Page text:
Before the Camera:
Chiharu Niiyama (Ju-on: The Grudge 2)
Ryûdô Uzaki (Yokohama BJ Blues)
Masahiro Kobayashi (TV's Dirty Mama!)
Shirô Sano (Four Days of Snow and Blood)
Takashi Nishina (Horny House of Horror)
Kaho Minami (Four Days of Snow and Blood)
Shin'ya Ohwada (Four Days of Snow and Blood)
Kunio Murai (Godzilla vs Gigan)
Hiroyuki Watanabe (The Insects Unlisted in the Encyclopedia)
Hideyo Amamoto (Godzilla vs the Sea Monster)
Isayama the Prophet
Behind the Camera:
Directed by Shûsuke Kaneko
Produced by Hideyuki Honma and Shogo Tomiyama
Written by Kei'ichi Hasegawa, Shûsuke Kaneko, and Masahiro Yokotani
In Tokyo, AdmiralTachibana (Uzaki) briefs some new cadets about Godzilla's attack on Tokyo fifty years previously. At the same time, a nuclear submarine is reported missing, which is later suspected to have been destroyed by Godzilla. The Admiral's daughter Yuri (Niiyama) films a docudrama with her crew at Mt. Myoko, where a mysterious earthquake releases Baragon.
Meanwhile, a few teenagers at Lake Ikeda in Kagoshima are witnesses to the return of Mothra in caterpillar form. Yuri interviews a mysterious old man named Isayama (Amamoto) who has foreseen the return of Godzilla to Japan. He also tells Yuri the legend of the guardian monsters, Baragon, Mothra, and King Ghidorah and advises that they are Japan’s only hope against Godzilla. After Godzilla comes ashore and attacks the Bonin Islands, Yuri returns to interview Isayama and he tells her the lost Japanese souls from World War II are within Godzilla and they wish him to destroy Japan because the nation has forgotten the sacrifices they made.
A few days later, Godzilla and Baragon finally face off in a ferocious battle. Yuri and Takeda are trapped in the middle of the battle zone after Godzilla mercilessly destroys Baragon with his atomic breath. Mothra's cocoon is soon discovered in Lake Ikeda. The SDF dispatch several fighter jets to stop Godzilla but they are quickly defeated by the monster. A defense line is set up in Yokohama under the command of Admiral Tachibana. Mothra and Ghidorah awaken and fly towards Yokohama where Godzilla has been spotted. Mothra arrives first and battles the monster. Ghidorah arrives moments later and joins the fray. After the Big G brutally pins down both monsters, the military forces also engage Godzilla with D-03 missiles but the monster seems indestructible. Can even the combined might of two Guardian creatures and the Japanese military defeat the King of the Monsters?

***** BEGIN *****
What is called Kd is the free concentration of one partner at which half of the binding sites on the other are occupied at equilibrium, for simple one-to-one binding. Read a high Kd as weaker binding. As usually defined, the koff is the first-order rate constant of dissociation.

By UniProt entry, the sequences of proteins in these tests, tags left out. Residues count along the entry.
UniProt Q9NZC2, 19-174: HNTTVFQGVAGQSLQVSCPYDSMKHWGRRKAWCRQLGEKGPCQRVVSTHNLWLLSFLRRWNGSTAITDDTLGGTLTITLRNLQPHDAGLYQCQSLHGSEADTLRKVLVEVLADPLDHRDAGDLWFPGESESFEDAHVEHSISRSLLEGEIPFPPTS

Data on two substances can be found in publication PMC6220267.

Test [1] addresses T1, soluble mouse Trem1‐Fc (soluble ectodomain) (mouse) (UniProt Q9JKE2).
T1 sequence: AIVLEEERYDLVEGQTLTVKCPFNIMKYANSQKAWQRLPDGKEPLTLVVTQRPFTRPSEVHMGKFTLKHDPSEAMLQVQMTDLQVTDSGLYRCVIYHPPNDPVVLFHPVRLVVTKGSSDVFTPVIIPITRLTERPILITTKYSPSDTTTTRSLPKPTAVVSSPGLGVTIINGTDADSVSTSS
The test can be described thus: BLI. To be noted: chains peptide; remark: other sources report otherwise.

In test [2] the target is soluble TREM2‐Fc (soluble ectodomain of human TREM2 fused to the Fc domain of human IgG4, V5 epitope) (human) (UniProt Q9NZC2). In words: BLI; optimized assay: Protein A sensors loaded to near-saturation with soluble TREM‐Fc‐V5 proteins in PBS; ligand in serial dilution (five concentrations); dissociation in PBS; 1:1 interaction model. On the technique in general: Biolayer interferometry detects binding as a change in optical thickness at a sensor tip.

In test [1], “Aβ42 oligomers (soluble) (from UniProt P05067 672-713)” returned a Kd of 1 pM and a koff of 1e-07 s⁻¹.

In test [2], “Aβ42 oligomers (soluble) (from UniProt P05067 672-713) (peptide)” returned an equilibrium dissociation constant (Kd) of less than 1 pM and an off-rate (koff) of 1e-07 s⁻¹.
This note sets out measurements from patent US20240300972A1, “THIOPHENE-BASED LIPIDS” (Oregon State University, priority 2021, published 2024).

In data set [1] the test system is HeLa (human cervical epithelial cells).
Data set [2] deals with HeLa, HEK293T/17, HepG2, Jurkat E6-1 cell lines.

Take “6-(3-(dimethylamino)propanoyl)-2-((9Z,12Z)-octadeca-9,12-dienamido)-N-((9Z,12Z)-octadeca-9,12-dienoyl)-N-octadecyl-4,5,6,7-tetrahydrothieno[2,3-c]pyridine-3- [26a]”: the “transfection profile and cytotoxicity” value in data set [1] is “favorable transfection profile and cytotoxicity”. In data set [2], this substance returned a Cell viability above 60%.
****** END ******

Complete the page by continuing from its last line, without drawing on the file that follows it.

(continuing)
I've always enjoyed the Godzilla movies - and other kaiju flicks too - from the serious drama of the mid 50's original through the utter WTH-ness of the mid 70's entries. This run ended up being called the Showa series. I was thrilled to see my first Godzilla movie on the Big Screen when New World Pictures released Godzilla 1985 here (guess when?) and that return to the less goofy was actually the first seed planted for a new series of movies featuring the Big G that sprang up at the tail end of the 80's and proceeded into the 90's. This was the Heisei series. Then, with the release of another entry, Godzilla 2000 - Toho kicked off the Millenium series, running through 2004.
In the end, if you like Godzilla movies - you should like this one. If the charm of kaiju movies has always escaped you - then this one's not likely to change your mind.
Let's Get Out of Here ?
Not only do I know that at roughly 1:00:18 that a Japanese actor thinks they might be a little close to Mothra's cocoon - I even have crappy cellphone photographic evidence!
Eye Candy ?
Why, yes! Welcome to the list, Chiharu Niiyama!
Buddha Man's Capsule Review
|Buddha Man says: "Godzilla, Mothra and King Ghidorah: Giant|
Monsters All Out Attack may not be the greatest Godzilla movie
ever made - but it definitely has the longest title!"
A little noncomittal, BM, but you pegged that title length factoid! Until next post, you Can Poke Me With A Fork, Cause I Am Outta Here!